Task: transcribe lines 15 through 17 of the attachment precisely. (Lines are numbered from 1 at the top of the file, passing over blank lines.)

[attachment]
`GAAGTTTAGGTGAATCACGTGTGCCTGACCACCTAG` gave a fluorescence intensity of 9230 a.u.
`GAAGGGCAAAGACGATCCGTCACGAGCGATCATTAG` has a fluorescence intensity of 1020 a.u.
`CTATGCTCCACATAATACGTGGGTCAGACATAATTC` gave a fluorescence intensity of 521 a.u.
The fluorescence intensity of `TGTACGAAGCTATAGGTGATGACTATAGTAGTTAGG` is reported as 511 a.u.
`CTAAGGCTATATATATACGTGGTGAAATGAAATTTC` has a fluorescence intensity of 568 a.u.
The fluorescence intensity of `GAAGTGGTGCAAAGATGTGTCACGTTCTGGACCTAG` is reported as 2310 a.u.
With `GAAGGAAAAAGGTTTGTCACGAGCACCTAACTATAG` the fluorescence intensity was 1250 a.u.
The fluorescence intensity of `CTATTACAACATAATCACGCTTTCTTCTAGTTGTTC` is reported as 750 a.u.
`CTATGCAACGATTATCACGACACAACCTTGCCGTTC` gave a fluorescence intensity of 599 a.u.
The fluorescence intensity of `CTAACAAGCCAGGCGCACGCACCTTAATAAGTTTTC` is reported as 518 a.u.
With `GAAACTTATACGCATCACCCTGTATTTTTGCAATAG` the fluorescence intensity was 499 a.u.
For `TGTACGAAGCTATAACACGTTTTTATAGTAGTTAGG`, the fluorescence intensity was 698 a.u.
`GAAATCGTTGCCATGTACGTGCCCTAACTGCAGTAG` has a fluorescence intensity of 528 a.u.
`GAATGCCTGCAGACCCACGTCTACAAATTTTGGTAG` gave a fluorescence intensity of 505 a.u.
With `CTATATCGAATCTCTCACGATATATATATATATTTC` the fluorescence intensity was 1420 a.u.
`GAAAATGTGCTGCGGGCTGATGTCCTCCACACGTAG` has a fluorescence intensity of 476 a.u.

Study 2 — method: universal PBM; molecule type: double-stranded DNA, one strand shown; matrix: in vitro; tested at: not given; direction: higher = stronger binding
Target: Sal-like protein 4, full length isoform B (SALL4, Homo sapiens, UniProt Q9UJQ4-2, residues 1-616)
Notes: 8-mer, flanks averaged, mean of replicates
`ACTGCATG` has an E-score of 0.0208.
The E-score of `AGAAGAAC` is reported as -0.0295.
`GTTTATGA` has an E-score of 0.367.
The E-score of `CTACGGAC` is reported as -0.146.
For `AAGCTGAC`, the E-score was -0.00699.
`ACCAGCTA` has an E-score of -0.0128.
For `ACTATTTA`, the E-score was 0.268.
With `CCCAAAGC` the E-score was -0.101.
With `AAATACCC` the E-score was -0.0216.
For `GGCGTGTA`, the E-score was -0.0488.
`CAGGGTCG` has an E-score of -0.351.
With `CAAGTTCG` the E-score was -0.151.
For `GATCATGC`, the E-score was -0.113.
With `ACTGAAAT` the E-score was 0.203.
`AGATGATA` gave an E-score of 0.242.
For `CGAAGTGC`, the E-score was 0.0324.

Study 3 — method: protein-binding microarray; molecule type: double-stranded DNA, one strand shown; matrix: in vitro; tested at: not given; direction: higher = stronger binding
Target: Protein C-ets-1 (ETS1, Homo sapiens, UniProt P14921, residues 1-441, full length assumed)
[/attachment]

With `CTATATCGAATCTCTCACGATATATATATATATTTC` the fluorescence intensity was 1420 a.u.
`GAAAATGTGCTGCGGGCTGATGTCCTCCACACGTAG` has a fluorescence intensity of 476 a.u.

Study 2 — method: universal PBM; molecule type: double-stranded DNA, one strand shown; matrix: in vitro; tested at: not given; direction: higher = stronger binding